Coronavirus Support for South African SMEs: List of Government Funds

Coronavirus Support for South African SMEs: List of Government Funds

Reading Time: 3 minutes

Are you struggling with the impact of COVID-19 on your SME?

You’re not alone.

South African SMEs will be hit hard by the 21-day lockdown needed to curb the country’s coronavirus outbreak.

In response, the government has announced a SME support package to keep businesses going during this difficult time.

Ebrahim Patel, the Minister of Trade, Industry, and Competition, said the government hoped to come through the lockdown with as “little damage” as possible.

“Across the world, more countries are now doing lockdowns and we want to ensure that it is managed in strong partnership with our people, with large and small businesses, with workers and with consumers.”

Different government departments are providing funding.

In this article, we’re covering the key funds you need to know about, including:

  • Department of Small Business Development’s COVID-19 finance relief schemes
  • Department of Tourism’s support for tourism businesses
  • Department of Labour/Unemployment Insurance Funds support for employees

Department of Small Business Development’s coronavirus SME support

The Department of Small Business Development is leading the government’s SME support effort. It is working with the Small Enterprise Finance Agency (Sefa) and the Small Enterprise Development Agency (Seda).

Here’s an infographic outlining the different support you can access:

Business Growth and Resilience Facility

In this briefing, Khumbudzo Ntshavheni, the Minister of Small Business Development, discussed government’s support for SMEs during the 21-day lockdown. (Ntshavheni’s address starts at 1:44’ mark.)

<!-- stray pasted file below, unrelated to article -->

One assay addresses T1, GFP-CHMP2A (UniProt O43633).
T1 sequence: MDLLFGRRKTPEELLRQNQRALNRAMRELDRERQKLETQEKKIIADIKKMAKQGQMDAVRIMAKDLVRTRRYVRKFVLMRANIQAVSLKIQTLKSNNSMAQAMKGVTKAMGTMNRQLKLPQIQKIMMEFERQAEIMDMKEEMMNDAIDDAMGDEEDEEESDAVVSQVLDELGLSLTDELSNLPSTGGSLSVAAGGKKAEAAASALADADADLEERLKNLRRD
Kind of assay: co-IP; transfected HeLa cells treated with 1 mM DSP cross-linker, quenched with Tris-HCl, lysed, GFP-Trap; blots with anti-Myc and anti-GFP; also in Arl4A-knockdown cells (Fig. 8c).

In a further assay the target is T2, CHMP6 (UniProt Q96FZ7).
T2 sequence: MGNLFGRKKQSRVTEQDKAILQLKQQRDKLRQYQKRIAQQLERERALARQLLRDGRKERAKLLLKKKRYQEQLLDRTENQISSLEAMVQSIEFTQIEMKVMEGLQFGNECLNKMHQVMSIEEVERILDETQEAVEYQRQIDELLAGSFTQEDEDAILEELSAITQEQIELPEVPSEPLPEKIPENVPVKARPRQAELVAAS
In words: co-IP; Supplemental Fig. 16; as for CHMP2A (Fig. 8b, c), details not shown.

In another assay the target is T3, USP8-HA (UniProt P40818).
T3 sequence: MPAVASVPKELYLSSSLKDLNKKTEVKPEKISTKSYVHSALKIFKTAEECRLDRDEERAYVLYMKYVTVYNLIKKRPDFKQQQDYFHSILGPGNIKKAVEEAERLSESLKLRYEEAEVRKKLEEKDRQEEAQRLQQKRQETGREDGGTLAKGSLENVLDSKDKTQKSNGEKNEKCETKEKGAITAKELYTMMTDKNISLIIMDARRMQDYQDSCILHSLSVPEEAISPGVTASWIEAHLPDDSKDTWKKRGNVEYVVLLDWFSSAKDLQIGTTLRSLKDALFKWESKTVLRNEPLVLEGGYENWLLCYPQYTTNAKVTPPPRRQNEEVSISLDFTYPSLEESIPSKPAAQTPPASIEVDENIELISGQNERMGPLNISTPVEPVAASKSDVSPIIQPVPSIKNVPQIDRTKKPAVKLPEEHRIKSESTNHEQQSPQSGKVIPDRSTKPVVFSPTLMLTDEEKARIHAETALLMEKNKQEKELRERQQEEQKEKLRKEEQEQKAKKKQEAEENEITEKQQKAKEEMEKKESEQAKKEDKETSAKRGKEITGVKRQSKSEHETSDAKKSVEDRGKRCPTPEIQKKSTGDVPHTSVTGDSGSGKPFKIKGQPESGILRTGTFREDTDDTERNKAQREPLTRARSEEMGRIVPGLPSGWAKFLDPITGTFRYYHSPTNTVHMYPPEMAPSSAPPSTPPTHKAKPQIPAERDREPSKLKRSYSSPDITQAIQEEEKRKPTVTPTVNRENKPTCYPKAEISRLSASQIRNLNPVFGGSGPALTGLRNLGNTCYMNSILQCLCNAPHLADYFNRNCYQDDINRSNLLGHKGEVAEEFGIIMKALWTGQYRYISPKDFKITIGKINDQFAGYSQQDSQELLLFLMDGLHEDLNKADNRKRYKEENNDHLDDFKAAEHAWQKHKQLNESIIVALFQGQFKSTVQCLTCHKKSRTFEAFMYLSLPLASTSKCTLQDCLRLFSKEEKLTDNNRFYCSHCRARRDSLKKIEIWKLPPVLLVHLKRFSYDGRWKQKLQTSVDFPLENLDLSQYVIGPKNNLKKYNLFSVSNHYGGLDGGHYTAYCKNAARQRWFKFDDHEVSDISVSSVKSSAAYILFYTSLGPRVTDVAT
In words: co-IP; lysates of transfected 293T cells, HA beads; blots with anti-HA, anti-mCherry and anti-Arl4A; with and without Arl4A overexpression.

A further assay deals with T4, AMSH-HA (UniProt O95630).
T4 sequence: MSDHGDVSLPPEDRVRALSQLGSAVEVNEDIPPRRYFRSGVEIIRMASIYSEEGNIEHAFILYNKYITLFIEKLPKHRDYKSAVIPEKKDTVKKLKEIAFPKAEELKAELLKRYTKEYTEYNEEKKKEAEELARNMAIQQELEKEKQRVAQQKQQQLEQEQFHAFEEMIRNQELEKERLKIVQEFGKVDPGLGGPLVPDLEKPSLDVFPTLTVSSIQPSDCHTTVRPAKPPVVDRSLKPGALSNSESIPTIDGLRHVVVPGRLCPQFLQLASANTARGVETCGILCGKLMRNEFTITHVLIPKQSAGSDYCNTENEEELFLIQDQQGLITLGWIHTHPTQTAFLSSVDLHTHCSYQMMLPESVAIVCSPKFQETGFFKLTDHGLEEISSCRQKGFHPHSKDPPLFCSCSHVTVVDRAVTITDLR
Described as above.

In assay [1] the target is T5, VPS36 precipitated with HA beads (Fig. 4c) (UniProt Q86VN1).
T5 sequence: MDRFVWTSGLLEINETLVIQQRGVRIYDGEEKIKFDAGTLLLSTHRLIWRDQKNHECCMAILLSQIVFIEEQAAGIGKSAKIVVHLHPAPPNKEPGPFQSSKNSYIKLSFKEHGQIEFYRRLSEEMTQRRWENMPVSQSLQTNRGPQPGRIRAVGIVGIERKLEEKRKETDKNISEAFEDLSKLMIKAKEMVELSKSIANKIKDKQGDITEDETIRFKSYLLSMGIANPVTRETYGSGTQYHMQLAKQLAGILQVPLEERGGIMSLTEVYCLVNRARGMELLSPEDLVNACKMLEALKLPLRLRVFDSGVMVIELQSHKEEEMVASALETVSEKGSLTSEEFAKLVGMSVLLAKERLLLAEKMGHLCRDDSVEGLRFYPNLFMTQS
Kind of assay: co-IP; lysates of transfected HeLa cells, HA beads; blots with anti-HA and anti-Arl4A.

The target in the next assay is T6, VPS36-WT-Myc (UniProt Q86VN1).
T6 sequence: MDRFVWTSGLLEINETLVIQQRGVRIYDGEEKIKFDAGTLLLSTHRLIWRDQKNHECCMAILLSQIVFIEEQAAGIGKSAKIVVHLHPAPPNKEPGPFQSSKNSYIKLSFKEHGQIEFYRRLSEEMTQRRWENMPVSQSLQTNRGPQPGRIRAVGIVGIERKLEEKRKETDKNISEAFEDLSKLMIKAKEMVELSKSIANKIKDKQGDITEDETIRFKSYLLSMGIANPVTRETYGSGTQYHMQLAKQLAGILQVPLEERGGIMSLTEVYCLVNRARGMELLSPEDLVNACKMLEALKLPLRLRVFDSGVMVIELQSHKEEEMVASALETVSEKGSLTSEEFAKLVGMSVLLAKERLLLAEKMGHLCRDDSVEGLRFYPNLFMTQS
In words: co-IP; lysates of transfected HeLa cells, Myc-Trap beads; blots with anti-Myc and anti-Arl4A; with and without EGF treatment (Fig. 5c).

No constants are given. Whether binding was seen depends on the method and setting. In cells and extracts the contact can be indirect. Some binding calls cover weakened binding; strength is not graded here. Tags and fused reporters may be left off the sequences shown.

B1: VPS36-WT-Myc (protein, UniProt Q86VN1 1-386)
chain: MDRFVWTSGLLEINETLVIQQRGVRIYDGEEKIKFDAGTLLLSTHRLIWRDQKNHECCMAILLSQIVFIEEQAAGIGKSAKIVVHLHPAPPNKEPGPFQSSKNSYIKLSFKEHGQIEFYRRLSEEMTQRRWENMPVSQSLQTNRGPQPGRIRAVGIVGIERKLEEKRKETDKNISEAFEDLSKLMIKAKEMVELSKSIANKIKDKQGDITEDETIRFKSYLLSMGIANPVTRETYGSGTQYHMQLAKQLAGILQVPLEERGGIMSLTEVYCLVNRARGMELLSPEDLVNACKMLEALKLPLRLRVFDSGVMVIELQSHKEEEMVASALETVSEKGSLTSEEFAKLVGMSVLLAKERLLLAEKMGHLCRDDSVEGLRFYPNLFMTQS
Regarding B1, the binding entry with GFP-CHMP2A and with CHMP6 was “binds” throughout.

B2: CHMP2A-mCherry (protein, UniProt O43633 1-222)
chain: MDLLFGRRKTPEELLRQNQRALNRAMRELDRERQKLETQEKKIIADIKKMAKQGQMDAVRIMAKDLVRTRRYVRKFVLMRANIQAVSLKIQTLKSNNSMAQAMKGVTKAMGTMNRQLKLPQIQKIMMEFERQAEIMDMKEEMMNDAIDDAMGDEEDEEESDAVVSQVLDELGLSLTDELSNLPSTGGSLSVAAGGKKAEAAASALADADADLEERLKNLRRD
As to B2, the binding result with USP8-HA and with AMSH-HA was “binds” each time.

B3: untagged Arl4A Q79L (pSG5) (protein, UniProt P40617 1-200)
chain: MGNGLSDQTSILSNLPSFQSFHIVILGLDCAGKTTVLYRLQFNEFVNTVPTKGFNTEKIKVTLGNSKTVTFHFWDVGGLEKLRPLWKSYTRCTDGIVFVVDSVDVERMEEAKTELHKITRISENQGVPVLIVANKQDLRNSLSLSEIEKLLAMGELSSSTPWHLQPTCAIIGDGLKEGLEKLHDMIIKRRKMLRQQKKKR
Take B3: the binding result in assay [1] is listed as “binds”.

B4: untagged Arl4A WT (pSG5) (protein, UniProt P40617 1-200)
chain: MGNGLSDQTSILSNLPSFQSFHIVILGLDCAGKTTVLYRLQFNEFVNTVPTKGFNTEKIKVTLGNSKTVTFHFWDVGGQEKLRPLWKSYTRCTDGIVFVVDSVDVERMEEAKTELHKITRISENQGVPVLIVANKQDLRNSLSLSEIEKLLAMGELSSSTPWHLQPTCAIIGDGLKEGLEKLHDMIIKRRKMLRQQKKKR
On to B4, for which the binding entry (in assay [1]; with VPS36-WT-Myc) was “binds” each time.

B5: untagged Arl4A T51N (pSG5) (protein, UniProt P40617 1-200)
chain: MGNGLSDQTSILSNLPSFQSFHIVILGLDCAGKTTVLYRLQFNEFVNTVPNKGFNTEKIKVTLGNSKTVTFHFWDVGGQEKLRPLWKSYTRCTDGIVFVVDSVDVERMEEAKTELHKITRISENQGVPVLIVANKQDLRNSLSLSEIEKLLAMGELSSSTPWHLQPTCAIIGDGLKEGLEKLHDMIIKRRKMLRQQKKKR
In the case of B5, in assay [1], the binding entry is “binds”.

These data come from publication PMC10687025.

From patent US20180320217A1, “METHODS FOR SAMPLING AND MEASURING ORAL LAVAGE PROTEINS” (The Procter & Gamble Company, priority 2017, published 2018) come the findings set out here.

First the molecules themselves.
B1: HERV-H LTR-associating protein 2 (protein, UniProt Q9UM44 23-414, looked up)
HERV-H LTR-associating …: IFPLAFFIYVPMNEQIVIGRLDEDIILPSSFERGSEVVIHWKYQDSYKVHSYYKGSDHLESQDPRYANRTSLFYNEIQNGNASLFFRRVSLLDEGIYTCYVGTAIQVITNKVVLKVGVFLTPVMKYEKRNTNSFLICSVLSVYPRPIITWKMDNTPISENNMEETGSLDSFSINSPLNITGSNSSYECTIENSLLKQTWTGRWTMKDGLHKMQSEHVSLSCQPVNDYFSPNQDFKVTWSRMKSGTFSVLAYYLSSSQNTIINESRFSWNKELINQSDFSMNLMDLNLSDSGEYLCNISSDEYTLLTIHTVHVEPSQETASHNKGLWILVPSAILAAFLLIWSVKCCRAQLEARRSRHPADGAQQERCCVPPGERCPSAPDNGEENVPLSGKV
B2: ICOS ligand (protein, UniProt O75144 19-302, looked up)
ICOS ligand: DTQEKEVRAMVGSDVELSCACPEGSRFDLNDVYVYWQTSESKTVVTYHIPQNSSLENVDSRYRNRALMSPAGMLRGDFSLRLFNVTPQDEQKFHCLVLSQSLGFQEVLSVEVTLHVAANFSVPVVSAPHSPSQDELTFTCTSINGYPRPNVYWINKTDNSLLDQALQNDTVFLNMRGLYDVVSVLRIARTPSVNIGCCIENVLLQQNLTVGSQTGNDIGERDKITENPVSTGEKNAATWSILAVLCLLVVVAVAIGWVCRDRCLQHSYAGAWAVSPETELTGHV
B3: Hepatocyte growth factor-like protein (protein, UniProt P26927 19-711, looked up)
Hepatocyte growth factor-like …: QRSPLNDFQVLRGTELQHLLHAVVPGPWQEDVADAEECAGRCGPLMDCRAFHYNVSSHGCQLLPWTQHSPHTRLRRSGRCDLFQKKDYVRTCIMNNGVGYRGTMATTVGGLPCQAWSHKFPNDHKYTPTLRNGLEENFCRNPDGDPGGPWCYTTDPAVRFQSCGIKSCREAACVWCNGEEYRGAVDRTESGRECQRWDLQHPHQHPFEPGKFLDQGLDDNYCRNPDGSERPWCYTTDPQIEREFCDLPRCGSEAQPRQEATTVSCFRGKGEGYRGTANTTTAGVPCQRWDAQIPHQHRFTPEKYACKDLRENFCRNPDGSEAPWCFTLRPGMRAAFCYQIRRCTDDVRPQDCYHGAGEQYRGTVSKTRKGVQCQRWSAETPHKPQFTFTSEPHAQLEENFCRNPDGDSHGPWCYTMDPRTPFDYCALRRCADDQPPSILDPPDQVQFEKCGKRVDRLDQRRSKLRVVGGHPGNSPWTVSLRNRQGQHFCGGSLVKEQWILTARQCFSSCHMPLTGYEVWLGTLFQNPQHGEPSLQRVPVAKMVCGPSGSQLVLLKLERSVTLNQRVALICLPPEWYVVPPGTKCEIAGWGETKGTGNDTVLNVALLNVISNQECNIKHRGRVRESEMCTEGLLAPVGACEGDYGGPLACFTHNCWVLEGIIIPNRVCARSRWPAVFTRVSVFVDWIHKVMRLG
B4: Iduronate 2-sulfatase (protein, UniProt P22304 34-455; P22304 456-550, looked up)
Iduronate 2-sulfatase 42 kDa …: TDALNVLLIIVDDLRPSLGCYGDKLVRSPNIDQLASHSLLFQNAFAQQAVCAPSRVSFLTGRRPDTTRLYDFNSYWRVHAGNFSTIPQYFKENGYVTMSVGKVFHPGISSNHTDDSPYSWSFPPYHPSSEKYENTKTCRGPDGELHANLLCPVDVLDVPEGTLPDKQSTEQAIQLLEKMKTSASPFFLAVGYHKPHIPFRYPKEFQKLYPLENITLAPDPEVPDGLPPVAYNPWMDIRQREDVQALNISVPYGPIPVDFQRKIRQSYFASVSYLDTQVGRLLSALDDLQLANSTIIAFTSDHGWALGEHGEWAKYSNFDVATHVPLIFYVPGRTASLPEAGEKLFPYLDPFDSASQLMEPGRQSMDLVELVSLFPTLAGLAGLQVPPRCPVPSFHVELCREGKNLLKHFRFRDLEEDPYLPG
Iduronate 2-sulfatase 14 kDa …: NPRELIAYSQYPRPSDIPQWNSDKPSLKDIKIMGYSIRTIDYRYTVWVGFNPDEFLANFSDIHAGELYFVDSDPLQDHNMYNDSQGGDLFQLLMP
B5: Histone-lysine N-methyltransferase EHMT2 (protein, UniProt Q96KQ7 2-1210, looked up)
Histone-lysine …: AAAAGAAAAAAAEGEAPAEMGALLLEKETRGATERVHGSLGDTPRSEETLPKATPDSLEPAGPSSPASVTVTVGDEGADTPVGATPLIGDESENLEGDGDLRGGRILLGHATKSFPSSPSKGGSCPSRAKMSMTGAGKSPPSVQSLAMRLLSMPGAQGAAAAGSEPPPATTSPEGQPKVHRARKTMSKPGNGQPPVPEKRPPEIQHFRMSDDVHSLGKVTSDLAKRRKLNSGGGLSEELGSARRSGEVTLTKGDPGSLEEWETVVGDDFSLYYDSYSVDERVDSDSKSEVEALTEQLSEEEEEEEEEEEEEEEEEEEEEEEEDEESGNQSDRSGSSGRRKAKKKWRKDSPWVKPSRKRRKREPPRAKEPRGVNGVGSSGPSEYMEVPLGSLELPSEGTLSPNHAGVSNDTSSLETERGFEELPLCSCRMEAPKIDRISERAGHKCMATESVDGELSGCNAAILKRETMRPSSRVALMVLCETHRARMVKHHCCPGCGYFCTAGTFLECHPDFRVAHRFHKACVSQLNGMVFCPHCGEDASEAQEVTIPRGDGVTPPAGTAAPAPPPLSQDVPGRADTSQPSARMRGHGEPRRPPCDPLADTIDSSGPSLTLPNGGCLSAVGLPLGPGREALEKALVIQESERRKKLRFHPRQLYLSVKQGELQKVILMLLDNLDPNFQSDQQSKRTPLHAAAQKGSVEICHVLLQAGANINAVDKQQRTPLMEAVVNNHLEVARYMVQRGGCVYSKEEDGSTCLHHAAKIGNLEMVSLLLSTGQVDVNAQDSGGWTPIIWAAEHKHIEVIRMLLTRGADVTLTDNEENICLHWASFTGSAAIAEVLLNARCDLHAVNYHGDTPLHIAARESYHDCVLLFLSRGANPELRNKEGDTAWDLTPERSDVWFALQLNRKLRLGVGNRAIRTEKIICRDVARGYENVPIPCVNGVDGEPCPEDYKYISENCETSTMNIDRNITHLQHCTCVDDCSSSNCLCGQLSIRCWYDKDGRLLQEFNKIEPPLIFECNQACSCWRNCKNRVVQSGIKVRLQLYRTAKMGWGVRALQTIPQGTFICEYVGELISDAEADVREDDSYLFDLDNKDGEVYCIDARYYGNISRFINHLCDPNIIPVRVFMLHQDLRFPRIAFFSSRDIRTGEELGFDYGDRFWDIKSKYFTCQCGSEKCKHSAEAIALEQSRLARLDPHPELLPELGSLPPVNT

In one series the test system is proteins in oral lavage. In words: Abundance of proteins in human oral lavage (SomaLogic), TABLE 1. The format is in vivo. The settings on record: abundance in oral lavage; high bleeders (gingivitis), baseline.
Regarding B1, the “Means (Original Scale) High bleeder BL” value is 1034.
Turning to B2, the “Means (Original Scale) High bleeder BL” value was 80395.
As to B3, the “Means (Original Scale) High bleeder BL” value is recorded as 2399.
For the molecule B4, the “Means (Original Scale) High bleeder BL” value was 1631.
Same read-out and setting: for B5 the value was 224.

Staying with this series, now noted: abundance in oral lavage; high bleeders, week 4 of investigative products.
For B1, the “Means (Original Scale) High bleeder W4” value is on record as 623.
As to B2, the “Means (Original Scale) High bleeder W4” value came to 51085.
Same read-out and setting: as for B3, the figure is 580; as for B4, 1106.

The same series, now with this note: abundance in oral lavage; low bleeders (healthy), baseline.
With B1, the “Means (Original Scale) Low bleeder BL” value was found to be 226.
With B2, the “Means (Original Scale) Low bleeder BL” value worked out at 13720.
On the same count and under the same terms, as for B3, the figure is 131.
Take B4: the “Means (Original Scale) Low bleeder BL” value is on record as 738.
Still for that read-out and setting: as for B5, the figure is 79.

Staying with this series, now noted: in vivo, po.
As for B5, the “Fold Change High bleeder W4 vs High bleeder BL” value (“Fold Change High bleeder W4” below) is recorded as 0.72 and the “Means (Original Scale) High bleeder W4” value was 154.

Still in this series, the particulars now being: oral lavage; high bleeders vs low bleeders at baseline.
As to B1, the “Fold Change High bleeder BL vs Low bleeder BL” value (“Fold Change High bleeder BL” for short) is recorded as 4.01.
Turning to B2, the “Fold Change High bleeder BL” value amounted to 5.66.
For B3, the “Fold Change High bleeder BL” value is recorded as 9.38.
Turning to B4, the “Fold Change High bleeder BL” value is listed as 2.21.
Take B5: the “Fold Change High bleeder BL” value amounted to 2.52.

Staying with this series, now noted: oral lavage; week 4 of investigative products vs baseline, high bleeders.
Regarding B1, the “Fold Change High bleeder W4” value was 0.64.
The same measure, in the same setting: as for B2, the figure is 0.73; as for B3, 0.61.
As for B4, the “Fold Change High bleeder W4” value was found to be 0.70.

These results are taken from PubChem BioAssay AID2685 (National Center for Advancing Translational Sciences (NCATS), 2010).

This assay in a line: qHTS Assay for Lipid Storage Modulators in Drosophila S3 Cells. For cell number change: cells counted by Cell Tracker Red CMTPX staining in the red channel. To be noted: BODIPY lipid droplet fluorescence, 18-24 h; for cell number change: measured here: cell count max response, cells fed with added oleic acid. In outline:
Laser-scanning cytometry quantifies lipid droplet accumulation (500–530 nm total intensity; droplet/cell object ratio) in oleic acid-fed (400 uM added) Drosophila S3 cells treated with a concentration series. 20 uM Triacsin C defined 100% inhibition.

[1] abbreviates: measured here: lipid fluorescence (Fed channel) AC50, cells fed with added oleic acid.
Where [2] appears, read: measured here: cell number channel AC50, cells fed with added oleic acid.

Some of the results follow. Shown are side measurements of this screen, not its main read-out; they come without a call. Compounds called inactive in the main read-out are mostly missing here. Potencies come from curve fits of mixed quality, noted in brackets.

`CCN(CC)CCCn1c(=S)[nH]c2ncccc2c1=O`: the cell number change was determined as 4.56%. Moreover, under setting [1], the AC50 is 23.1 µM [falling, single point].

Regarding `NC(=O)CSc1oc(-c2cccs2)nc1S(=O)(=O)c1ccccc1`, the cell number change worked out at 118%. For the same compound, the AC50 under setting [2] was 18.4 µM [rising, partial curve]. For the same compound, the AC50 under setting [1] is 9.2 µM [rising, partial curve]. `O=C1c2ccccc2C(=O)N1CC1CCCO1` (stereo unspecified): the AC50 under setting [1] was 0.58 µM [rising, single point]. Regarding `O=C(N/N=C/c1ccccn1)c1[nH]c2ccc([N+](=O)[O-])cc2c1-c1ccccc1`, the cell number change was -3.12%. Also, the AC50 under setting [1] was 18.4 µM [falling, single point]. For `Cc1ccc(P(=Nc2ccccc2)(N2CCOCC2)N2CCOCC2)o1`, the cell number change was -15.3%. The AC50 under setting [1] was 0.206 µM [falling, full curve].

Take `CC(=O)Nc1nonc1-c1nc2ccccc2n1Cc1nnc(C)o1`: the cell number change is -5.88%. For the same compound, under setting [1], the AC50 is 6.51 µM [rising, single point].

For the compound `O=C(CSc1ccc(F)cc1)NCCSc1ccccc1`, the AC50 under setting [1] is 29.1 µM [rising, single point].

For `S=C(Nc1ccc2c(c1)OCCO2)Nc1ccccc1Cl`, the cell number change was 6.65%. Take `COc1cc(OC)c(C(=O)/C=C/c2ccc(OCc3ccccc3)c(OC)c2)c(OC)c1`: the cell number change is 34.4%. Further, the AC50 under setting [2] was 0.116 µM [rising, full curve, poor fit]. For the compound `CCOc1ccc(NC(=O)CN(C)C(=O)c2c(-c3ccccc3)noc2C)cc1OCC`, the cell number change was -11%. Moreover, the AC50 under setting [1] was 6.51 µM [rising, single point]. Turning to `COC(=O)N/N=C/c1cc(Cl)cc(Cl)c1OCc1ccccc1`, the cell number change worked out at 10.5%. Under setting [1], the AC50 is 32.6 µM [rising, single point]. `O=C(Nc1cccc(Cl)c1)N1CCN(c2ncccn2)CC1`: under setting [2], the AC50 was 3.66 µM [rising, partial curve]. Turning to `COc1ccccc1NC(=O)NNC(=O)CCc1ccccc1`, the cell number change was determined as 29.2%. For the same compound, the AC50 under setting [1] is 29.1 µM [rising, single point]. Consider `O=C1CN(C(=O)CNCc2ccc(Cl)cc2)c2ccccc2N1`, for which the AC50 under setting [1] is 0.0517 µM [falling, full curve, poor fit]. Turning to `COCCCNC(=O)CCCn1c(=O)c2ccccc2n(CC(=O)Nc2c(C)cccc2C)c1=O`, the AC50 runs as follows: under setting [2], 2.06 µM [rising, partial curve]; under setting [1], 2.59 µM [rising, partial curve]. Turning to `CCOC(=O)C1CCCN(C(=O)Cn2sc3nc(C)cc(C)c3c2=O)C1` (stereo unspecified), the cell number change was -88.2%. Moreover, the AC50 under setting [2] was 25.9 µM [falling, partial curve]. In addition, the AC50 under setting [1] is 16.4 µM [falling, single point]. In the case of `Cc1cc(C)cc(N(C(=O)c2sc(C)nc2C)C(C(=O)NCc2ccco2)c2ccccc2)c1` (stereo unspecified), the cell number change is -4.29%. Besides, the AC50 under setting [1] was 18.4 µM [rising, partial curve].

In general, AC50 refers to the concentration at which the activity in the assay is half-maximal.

The Business Growth and Resilience Facility seeks to help manufacturing SMEs, with a focus on that those can provide high-demand products during the outbreak.

“(We want to give) Give local manufacturers and suppliers an opportunity to produce the medical and hygiene supplies to respond to the crisis,” said Ntshavheni.

Companies in the agri-processing sector will also be supported, added Ntshavheni.

The fund will provide working capital, bridging finance, equipment finance, and order finance, reports CNBC Africa.

Here’s the criteria:

  • 100% SA owned
  • Employ at least 70% South African staff
  • SARS complaint

If SMEs are not registered and tax compliant, the department will help business owners with that process.

Priority will be given to women, youth, and people with disabilities.

Here is the process:

  1. Register on https://smmesa.gov.za/
  2. Complete application form
  3. Attach supporting documents
  4. Send to bizgrowth@sefa.org.za

SMME Debt Relief Scheme

If you’re struggling to keep up with your financial obligations, consider the SMME Relief Scheme.

This fund will provide loans so SMEs can buy raw material, pay salaries, and cover operational costs.

Like the Business Growth and Resilience Facility, qualifying SMEs must be 100% South African owned; 70% of the staff must be South African.

You can apply for both the SMME Relief Scheme and the Business Growth and Resilience Facility at https://smmesa.gov.za/

Here is the application process:

  1. Register on https://smmesa.gov.za/
  2. Complete application form
  3. Gather supporting documents
  4. Complete and send to smmerelief@sefa.org.za

Support for tourism businesses

Tourism businesses have taken a knock during the COVID-19 outbreak. Even before the shutdown, PwC predicted a R200m reduction in tourism spend.

To support these companies, the Department of Tourism has allocated R200 million to “cushion our society from economic difficulties”, according to this statement.

The qualifying criteria includes:

  • Turnover must not exceed R2.5m
  • Must be trading for at least one year
  • Should be able to show a link between COVID-19 and business distress

Financial support for employees